I have had the opportunity, in my experience as a pastor, to talk with many pastors and church leaders from around the world. Many have shared my theological tradition and many have not. One conversation I have engaged in during my ministry with these leaders relates to the topic of Christian denominations. When speaking about this subject, it is quickly apparent that a large number of people are against the idea. The nondenominational movement is something that has gained great steam in the last several years. Church goers cite many reasons for leaving denominations and pursuing a worship community unaffiliated with a larger movement.
Personally, I am thankful that people have chosen a church to attend, so the point of this blog is not to downplay the value of the nondenominational church, because these churches are still a part of the global body of Christ and do great good. I am simply writing this to explain my view as to why I have chosen a larger movement to align myself with.
In my recent past, I have volunteered with a missions organization that has no main parent church affiliation. This ministry has established schools, orphanages, churches, food pantries and pastoral training centers around the world. They have an incredible network of churches that have bought into the vision of the organization and support it with volunteer help and financial support. People are being introduced to Jesus in large numbers because of these partnerships. They have seen success in their work because they have churches that share the passion that they display. This network functions as a denomination in their web of partnerships.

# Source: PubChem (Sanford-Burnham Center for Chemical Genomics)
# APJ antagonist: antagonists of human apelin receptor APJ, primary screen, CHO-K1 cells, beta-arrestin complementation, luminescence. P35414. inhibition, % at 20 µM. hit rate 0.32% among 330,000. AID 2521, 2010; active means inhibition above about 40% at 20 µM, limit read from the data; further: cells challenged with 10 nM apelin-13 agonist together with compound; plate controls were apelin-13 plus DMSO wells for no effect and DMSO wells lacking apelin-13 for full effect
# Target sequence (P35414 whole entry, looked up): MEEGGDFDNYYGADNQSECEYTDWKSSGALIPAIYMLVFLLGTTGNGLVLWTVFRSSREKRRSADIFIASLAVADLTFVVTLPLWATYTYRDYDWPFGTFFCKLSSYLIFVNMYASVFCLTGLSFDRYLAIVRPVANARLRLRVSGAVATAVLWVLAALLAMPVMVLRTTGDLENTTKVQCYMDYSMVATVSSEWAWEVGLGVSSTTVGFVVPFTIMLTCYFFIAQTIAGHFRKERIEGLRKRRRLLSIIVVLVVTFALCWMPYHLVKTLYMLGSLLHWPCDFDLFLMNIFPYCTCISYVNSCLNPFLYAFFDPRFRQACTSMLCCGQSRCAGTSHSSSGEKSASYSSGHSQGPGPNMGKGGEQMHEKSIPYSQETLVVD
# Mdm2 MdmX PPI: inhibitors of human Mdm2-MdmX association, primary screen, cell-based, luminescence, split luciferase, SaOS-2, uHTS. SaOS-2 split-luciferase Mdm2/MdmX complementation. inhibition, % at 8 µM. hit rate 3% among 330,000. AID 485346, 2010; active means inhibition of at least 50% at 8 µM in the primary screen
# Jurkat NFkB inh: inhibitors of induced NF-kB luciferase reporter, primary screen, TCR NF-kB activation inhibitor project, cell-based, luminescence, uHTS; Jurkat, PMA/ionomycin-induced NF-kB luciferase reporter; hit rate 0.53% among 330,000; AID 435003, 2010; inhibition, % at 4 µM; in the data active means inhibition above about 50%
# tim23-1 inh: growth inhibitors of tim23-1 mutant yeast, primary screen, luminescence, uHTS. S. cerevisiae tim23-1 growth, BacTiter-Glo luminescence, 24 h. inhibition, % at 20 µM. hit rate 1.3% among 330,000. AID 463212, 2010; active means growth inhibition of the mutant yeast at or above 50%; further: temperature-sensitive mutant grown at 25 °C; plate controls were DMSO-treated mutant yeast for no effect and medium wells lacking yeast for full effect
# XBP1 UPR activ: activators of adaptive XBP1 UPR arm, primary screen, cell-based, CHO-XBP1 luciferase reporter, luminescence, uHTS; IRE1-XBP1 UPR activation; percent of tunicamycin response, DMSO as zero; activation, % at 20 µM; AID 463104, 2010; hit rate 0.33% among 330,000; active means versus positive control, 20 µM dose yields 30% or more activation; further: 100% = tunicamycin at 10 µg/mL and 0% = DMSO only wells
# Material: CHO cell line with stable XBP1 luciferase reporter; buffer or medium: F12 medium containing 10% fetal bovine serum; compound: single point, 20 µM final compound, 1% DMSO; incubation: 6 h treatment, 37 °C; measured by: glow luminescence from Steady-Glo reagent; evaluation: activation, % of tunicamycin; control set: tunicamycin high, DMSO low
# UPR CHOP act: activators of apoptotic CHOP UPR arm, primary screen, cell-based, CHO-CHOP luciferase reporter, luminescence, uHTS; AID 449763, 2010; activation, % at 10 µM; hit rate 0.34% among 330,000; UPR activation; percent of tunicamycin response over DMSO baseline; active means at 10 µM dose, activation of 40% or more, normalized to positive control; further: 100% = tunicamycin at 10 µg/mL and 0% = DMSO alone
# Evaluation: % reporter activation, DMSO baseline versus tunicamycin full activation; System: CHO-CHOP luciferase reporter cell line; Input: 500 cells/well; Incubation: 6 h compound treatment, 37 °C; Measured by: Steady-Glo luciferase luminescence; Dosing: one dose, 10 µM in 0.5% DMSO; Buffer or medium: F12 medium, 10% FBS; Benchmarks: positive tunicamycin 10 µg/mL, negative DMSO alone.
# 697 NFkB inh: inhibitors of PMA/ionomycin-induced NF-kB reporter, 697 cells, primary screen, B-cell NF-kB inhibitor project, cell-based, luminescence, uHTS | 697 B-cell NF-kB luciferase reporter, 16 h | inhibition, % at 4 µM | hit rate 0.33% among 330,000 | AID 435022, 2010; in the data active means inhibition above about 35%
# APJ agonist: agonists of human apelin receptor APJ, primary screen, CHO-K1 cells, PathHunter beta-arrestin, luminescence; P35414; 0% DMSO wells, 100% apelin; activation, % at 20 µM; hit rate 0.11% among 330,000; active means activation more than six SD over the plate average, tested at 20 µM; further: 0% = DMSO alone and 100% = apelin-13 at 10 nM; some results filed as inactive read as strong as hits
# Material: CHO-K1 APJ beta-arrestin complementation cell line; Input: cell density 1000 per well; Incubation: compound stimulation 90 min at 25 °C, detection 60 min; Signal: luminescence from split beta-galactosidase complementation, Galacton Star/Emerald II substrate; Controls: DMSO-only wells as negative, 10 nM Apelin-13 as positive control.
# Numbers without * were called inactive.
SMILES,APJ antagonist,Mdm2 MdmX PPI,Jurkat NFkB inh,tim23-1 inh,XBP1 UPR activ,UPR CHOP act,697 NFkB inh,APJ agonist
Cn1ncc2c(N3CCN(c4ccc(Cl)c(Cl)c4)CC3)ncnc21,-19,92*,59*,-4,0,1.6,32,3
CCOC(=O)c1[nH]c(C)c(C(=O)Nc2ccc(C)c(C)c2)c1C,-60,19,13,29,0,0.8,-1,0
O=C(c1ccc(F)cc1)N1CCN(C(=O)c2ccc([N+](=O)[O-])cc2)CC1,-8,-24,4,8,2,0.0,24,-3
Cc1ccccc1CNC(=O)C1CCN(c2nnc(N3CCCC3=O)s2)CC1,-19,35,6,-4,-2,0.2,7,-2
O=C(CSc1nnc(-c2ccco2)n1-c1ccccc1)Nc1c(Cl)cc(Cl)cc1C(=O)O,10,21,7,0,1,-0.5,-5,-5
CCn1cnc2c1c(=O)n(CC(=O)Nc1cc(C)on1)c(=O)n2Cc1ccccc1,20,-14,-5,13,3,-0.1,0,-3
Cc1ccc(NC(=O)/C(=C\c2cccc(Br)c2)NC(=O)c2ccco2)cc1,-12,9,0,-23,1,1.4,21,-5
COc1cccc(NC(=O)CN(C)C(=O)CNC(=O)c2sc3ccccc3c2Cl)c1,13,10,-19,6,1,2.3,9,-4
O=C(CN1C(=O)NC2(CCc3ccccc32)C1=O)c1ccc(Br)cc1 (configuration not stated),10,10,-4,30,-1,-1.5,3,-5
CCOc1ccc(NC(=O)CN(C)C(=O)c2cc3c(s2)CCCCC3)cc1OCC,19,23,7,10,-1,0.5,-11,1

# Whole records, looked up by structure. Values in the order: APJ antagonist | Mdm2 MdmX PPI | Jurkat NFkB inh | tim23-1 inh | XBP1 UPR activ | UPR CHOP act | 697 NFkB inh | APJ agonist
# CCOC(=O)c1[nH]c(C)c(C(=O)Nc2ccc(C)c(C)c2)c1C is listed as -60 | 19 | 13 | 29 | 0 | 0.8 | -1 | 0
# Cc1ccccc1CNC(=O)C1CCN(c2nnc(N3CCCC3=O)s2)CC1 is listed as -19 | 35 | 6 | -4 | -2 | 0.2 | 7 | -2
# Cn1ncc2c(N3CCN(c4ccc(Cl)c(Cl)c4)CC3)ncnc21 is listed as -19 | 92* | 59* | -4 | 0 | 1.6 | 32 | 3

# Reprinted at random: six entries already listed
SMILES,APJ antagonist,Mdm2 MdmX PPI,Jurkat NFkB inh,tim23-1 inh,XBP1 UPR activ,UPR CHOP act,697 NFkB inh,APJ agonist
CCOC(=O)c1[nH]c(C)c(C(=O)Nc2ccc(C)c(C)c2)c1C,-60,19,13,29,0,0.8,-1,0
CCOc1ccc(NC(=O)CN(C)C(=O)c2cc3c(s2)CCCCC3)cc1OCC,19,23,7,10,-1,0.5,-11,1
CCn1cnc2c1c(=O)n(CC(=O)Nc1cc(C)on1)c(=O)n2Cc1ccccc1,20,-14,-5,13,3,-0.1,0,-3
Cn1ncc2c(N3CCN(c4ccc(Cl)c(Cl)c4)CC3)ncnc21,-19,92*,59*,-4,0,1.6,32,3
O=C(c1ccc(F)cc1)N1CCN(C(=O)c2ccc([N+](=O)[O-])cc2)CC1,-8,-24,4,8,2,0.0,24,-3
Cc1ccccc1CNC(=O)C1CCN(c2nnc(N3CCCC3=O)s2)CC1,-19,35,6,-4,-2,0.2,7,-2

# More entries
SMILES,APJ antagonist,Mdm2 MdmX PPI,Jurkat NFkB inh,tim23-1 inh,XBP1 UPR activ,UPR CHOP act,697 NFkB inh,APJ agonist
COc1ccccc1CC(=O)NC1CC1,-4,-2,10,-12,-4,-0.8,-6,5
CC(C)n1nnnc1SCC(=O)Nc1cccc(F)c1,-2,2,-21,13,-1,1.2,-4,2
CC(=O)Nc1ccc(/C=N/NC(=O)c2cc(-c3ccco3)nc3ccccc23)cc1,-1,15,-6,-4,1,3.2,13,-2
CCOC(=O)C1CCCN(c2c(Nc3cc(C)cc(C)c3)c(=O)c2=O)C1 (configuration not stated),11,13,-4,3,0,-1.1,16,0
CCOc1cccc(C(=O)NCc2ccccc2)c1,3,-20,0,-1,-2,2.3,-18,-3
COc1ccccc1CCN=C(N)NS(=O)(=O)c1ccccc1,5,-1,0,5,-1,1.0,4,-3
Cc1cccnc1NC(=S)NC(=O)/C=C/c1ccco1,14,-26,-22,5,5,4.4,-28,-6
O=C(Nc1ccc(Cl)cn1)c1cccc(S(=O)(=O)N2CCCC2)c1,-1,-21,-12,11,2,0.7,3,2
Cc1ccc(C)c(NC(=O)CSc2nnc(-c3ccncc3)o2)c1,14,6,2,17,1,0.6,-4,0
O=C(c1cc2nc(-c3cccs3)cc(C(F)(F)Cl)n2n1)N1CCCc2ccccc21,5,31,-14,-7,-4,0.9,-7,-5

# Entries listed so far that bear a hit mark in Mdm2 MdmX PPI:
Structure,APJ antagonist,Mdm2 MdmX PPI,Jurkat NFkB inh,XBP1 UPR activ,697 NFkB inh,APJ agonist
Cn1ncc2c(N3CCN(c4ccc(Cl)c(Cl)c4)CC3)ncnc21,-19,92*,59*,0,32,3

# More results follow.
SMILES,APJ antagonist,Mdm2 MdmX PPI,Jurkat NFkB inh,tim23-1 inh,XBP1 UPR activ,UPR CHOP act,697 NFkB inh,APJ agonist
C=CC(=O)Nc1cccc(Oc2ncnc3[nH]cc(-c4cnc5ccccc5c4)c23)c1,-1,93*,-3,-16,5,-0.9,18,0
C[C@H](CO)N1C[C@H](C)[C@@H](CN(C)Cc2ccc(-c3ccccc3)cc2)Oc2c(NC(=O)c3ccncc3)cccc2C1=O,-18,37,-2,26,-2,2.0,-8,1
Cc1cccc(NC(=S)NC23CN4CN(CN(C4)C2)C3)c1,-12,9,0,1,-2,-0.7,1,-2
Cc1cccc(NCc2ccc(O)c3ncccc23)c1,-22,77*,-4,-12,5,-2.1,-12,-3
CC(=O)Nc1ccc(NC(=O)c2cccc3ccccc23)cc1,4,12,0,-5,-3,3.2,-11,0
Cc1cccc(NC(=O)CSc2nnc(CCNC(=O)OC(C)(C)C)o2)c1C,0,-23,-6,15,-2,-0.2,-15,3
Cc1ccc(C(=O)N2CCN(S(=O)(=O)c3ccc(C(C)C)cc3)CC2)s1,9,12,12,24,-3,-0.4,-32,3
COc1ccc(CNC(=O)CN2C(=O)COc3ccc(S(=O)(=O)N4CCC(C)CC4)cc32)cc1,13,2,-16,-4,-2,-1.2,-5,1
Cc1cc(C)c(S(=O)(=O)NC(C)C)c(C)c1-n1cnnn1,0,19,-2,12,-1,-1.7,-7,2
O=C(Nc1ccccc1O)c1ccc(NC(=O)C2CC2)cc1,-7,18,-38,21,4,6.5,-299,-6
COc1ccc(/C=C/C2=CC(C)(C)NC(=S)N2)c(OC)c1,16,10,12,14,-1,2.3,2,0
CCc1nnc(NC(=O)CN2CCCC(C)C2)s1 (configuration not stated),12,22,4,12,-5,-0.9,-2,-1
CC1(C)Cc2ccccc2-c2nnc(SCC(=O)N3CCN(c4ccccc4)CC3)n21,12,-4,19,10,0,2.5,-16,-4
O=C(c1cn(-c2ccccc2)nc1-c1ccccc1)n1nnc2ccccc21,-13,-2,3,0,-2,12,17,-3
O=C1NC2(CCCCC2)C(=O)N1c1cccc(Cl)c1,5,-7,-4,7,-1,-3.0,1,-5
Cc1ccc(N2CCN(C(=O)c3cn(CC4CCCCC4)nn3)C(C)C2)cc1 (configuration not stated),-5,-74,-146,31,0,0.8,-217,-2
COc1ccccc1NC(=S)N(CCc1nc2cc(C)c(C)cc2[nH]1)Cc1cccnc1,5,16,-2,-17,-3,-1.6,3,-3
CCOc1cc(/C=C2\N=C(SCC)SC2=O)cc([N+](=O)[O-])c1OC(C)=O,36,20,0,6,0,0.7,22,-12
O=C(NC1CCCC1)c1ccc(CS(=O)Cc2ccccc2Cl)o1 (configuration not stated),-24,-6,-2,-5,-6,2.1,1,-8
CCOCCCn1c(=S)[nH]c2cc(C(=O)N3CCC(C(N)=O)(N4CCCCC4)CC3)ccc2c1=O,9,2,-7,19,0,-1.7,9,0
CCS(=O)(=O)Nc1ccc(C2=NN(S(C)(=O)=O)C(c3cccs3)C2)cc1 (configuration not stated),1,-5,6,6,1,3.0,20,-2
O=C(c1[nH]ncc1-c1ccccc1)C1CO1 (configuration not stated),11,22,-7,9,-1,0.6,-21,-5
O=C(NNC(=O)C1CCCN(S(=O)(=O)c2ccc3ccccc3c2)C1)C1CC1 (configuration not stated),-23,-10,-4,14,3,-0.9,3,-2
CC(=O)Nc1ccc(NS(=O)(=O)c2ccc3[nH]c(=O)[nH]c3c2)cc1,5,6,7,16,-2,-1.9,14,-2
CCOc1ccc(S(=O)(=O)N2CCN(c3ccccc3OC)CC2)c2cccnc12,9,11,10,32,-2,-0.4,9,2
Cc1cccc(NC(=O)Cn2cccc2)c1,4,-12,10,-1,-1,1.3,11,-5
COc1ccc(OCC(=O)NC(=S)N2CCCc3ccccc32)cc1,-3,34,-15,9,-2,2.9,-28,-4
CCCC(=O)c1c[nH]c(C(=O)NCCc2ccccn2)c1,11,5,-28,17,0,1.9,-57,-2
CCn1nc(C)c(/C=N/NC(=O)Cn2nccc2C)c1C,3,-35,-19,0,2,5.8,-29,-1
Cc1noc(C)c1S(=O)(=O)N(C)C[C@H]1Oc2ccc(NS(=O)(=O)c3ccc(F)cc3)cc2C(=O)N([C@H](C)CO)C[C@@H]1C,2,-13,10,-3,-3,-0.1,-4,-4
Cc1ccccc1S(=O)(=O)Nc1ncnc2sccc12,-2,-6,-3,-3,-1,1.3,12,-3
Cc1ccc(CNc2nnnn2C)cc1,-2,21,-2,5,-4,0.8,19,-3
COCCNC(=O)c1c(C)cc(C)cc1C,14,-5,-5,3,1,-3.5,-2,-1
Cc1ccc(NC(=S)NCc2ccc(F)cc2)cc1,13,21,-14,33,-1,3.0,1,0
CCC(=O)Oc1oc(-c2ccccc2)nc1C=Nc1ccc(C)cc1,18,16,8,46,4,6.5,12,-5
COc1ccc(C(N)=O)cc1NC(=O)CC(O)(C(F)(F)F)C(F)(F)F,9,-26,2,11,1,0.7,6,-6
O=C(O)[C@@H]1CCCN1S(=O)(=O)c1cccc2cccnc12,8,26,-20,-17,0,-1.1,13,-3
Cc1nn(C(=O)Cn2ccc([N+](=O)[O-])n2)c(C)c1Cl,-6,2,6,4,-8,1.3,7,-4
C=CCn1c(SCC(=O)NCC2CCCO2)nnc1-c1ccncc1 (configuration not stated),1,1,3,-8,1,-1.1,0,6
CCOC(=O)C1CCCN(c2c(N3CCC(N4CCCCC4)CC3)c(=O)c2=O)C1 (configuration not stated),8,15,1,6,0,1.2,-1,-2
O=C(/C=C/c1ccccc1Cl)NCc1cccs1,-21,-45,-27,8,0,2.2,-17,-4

When I think about this nonaffiliated entity, my mind wanders to those who are against denominational entities. Why is this?
I get it. Sometimes it can be frustrating when the general leadership of a certain denomination sends down a decree (for lack of a better term) that sometimes doesn’t fit into the cultural context of a local community. Perhaps, even, a person may discover theological differences that don’t line up with their system of beliefs. But, in my conversations with leaders that have left denominations to pursue independence, the desire to be autonomous was the overriding factor in their decision making process.
A Christian denomination is simply a missional organization with affiliated churches. These churches share a theological identity that is not mandated, but that is shared due to common purpose and passion. In the same way, we see a fast growing movement of nonaffiliated churches that long to be connected in partnership with a missional entity. As a pastor, there is something initially attractive about being disconnected from “outside” accountability. The fact is, this mentality can’t be sustained for very long, because eventually the craving for extended community is realized.
I am a part of something larger and I have learned that I do not have all of the answers. I need my brothers and sisters who are partnering with me to help convey the message that God has given all of us. No individual congregation can do everything they are called to do in complete isolation. This is why I have chosen the path I am on. The sometimes frustrating and flawed movement that I have joined.
In honor of Pastor Appreciation Month, this post was reposted from the blog of Rev Landon DeCrastos. You can find his blog here: https://ministrysauce.com